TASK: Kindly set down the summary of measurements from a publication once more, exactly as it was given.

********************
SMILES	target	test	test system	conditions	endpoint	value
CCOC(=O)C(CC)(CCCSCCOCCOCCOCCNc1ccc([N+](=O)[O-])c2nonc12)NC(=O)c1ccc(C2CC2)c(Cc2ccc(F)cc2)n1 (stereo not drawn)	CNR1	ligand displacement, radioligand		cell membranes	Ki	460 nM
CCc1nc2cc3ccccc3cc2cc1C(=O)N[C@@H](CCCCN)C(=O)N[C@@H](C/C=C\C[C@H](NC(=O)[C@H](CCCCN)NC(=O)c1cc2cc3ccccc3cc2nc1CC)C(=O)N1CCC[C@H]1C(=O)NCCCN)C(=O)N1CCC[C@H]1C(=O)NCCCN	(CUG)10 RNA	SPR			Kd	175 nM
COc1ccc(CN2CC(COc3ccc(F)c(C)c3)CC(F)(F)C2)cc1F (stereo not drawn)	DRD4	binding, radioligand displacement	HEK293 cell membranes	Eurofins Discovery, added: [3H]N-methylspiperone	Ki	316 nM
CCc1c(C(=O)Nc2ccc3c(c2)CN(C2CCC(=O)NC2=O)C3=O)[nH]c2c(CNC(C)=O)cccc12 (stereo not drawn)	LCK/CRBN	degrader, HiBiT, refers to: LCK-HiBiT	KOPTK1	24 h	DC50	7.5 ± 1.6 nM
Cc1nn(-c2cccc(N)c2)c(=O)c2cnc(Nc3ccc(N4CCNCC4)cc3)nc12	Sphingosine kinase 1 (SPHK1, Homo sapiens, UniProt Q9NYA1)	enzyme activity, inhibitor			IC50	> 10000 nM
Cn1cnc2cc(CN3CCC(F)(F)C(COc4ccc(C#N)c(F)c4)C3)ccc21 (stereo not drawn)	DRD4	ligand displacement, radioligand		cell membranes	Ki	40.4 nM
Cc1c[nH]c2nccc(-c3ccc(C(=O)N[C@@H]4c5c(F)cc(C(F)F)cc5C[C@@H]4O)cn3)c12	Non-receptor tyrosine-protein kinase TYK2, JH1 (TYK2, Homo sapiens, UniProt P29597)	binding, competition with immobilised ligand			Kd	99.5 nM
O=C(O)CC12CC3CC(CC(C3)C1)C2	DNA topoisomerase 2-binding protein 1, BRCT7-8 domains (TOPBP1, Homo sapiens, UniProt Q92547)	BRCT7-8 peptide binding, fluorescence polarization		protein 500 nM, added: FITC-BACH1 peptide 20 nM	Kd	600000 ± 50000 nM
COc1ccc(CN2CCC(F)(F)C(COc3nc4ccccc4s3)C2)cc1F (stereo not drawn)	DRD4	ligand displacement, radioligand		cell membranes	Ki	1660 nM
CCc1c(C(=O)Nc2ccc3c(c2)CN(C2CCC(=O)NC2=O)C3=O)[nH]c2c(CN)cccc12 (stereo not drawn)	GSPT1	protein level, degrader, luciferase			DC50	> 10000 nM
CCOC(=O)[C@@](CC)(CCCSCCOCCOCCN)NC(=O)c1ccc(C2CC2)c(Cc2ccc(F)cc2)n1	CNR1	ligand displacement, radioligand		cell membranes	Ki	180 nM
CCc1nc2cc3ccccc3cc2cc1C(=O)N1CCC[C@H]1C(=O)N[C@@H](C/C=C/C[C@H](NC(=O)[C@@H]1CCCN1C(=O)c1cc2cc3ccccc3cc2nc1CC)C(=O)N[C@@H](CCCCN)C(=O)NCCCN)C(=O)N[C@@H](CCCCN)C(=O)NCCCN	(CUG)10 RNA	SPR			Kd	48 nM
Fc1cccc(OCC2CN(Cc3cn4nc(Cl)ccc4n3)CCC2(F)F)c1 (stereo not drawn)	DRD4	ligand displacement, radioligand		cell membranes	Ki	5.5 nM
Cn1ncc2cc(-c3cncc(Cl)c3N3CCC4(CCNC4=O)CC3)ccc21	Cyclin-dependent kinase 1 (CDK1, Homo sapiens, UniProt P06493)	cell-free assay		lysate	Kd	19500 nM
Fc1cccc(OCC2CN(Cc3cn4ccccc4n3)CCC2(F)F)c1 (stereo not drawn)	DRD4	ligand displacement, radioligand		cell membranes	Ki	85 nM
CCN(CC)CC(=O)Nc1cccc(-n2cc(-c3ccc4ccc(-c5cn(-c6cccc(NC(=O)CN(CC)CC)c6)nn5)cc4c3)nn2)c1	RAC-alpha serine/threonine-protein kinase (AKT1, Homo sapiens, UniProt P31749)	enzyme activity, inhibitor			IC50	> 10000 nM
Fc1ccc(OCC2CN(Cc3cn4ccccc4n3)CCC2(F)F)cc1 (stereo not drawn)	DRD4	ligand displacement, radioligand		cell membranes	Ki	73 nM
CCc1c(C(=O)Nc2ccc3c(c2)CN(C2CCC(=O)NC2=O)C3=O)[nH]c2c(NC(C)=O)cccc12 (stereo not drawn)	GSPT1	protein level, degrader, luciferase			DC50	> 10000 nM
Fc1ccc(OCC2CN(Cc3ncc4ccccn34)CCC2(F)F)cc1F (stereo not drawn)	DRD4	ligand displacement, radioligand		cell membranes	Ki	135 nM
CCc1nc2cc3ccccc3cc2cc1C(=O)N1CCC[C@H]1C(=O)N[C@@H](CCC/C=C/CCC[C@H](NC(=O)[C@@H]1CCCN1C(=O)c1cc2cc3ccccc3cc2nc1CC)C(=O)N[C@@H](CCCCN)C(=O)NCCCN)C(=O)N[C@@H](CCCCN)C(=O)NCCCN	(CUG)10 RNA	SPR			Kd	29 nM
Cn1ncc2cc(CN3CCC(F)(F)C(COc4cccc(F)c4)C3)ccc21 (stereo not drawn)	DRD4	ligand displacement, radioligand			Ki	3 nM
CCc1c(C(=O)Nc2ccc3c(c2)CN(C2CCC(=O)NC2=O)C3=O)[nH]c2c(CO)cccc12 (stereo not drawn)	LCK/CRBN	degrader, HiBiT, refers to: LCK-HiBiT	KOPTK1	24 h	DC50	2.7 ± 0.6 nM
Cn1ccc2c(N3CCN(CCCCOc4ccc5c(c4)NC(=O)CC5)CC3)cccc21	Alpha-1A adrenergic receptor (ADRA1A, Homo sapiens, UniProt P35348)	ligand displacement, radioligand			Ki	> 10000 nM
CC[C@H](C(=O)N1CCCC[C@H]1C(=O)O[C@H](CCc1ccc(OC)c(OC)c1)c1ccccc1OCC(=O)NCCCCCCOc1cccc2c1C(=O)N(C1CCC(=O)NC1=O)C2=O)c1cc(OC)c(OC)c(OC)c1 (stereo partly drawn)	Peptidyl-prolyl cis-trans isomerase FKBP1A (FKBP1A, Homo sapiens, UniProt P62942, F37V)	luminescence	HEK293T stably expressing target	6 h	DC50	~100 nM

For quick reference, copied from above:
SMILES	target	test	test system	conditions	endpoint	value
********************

SMILES	target	test	test system	conditions	endpoint	value
CCOC(=O)C(CC)(CCCSCCOCCOCCOCCNc1ccc([N+](=O)[O-])c2nonc12)NC(=O)c1ccc(C2CC2)c(Cc2ccc(F)cc2)n1 (stereo not drawn)	CNR1	ligand displacement, radioligand		cell membranes	Ki	460 nM
CCc1nc2cc3ccccc3cc2cc1C(=O)N[C@@H](CCCCN)C(=O)N[C@@H](C/C=C\C[C@H](NC(=O)[C@H](CCCCN)NC(=O)c1cc2cc3ccccc3cc2nc1CC)C(=O)N1CCC[C@H]1C(=O)NCCCN)C(=O)N1CCC[C@H]1C(=O)NCCCN	(CUG)10 RNA	SPR			Kd	175 nM
COc1ccc(CN2CC(COc3ccc(F)c(C)c3)CC(F)(F)C2)cc1F (stereo not drawn)	DRD4	binding, radioligand displacement	HEK293 cell membranes	Eurofins Discovery, added: [3H]N-methylspiperone	Ki	316 nM
CCc1c(C(=O)Nc2ccc3c(c2)CN(C2CCC(=O)NC2=O)C3=O)[nH]c2c(CNC(C)=O)cccc12 (stereo not drawn)	LCK/CRBN	degrader, HiBiT, refers to: LCK-HiBiT	KOPTK1	24 h	DC50	7.5 ± 1.6 nM
Cc1nn(-c2cccc(N)c2)c(=O)c2cnc(Nc3ccc(N4CCNCC4)cc3)nc12	Sphingosine kinase 1 (SPHK1, Homo sapiens, UniProt Q9NYA1)	enzyme activity, inhibitor			IC50	> 10000 nM
Cn1cnc2cc(CN3CCC(F)(F)C(COc4ccc(C#N)c(F)c4)C3)ccc21 (stereo not drawn)	DRD4	ligand displacement, radioligand		cell membranes	Ki	40.4 nM
Cc1c[nH]c2nccc(-c3ccc(C(=O)N[C@@H]4c5c(F)cc(C(F)F)cc5C[C@@H]4O)cn3)c12	Non-receptor tyrosine-protein kinase TYK2, JH1 (TYK2, Homo sapiens, UniProt P29597)	binding, competition with immobilised ligand			Kd	99.5 nM
O=C(O)CC12CC3CC(CC(C3)C1)C2	DNA topoisomerase 2-binding protein 1, BRCT7-8 domains (TOPBP1, Homo sapiens, UniProt Q92547)	BRCT7-8 peptide binding, fluorescence polarization		protein 500 nM, added: FITC-BACH1 peptide 20 nM	Kd	600000 ± 50000 nM
COc1ccc(CN2CCC(F)(F)C(COc3nc4ccccc4s3)C2)cc1F (stereo not drawn)	DRD4	ligand displacement, radioligand		cell membranes	Ki	1660 nM
CCc1c(C(=O)Nc2ccc3c(c2)CN(C2CCC(=O)NC2=O)C3=O)[nH]c2c(CN)cccc12 (stereo not drawn)	GSPT1	protein level, degrader, luciferase			DC50	> 10000 nM
CCOC(=O)[C@@](CC)(CCCSCCOCCOCCN)NC(=O)c1ccc(C2CC2)c(Cc2ccc(F)cc2)n1	CNR1	ligand displacement, radioligand		cell membranes	Ki	180 nM
CCc1nc2cc3ccccc3cc2cc1C(=O)N1CCC[C@H]1C(=O)N[C@@H](C/C=C/C[C@H](NC(=O)[C@@H]1CCCN1C(=O)c1cc2cc3ccccc3cc2nc1CC)C(=O)N[C@@H](CCCCN)C(=O)NCCCN)C(=O)N[C@@H](CCCCN)C(=O)NCCCN	(CUG)10 RNA	SPR			Kd	48 nM
Fc1cccc(OCC2CN(Cc3cn4nc(Cl)ccc4n3)CCC2(F)F)c1 (stereo not drawn)	DRD4	ligand displacement, radioligand		cell membranes	Ki	5.5 nM
Cn1ncc2cc(-c3cncc(Cl)c3N3CCC4(CCNC4=O)CC3)ccc21	Cyclin-dependent kinase 1 (CDK1, Homo sapiens, UniProt P06493)	cell-free assay		lysate	Kd	19500 nM
Fc1cccc(OCC2CN(Cc3cn4ccccc4n3)CCC2(F)F)c1 (stereo not drawn)	DRD4	ligand displacement, radioligand		cell membranes	Ki	85 nM
CCN(CC)CC(=O)Nc1cccc(-n2cc(-c3ccc4ccc(-c5cn(-c6cccc(NC(=O)CN(CC)CC)c6)nn5)cc4c3)nn2)c1	RAC-alpha serine/threonine-protein kinase (AKT1, Homo sapiens, UniProt P31749)	enzyme activity, inhibitor			IC50	> 10000 nM
Fc1ccc(OCC2CN(Cc3cn4ccccc4n3)CCC2(F)F)cc1 (stereo not drawn)	DRD4	ligand displacement, radioligand		cell membranes	Ki	73 nM
CCc1c(C(=O)Nc2ccc3c(c2)CN(C2CCC(=O)NC2=O)C3=O)[nH]c2c(NC(C)=O)cccc12 (stereo not drawn)	GSPT1	protein level, degrader, luciferase			DC50	> 10000 nM
Fc1ccc(OCC2CN(Cc3ncc4ccccn34)CCC2(F)F)cc1F (stereo not drawn)	DRD4	ligand displacement, radioligand		cell membranes	Ki	135 nM
CCc1nc2cc3ccccc3cc2cc1C(=O)N1CCC[C@H]1C(=O)N[C@@H](CCC/C=C/CCC[C@H](NC(=O)[C@@H]1CCCN1C(=O)c1cc2cc3ccccc3cc2nc1CC)C(=O)N[C@@H](CCCCN)C(=O)NCCCN)C(=O)N[C@@H](CCCCN)C(=O)NCCCN	(CUG)10 RNA	SPR			Kd	29 nM
Cn1ncc2cc(CN3CCC(F)(F)C(COc4cccc(F)c4)C3)ccc21 (stereo not drawn)	DRD4	ligand displacement, radioligand			Ki	3 nM
CCc1c(C(=O)Nc2ccc3c(c2)CN(C2CCC(=O)NC2=O)C3=O)[nH]c2c(CO)cccc12 (stereo not drawn)	LCK/CRBN	degrader, HiBiT, refers to: LCK-HiBiT	KOPTK1	24 h	DC50	2.7 ± 0.6 nM
Cn1ccc2c(N3CCN(CCCCOc4ccc5c(c4)NC(=O)CC5)CC3)cccc21	Alpha-1A adrenergic receptor (ADRA1A, Homo sapiens, UniProt P35348)	ligand displacement, radioligand			Ki	> 10000 nM
CC[C@H](C(=O)N1CCCC[C@H]1C(=O)O[C@H](CCc1ccc(OC)c(OC)c1)c1ccccc1OCC(=O)NCCCCCCOc1cccc2c1C(=O)N(C1CCC(=O)NC1=O)C2=O)c1cc(OC)c(OC)c(OC)c1 (stereo partly drawn)	Peptidyl-prolyl cis-trans isomerase FKBP1A (FKBP1A, Homo sapiens, UniProt P62942, F37V)	luminescence	HEK293T stably expressing target	6 h	DC50	~100 nM

For quick reference, copied from above:
SMILES	target	test	test system	conditions	endpoint	value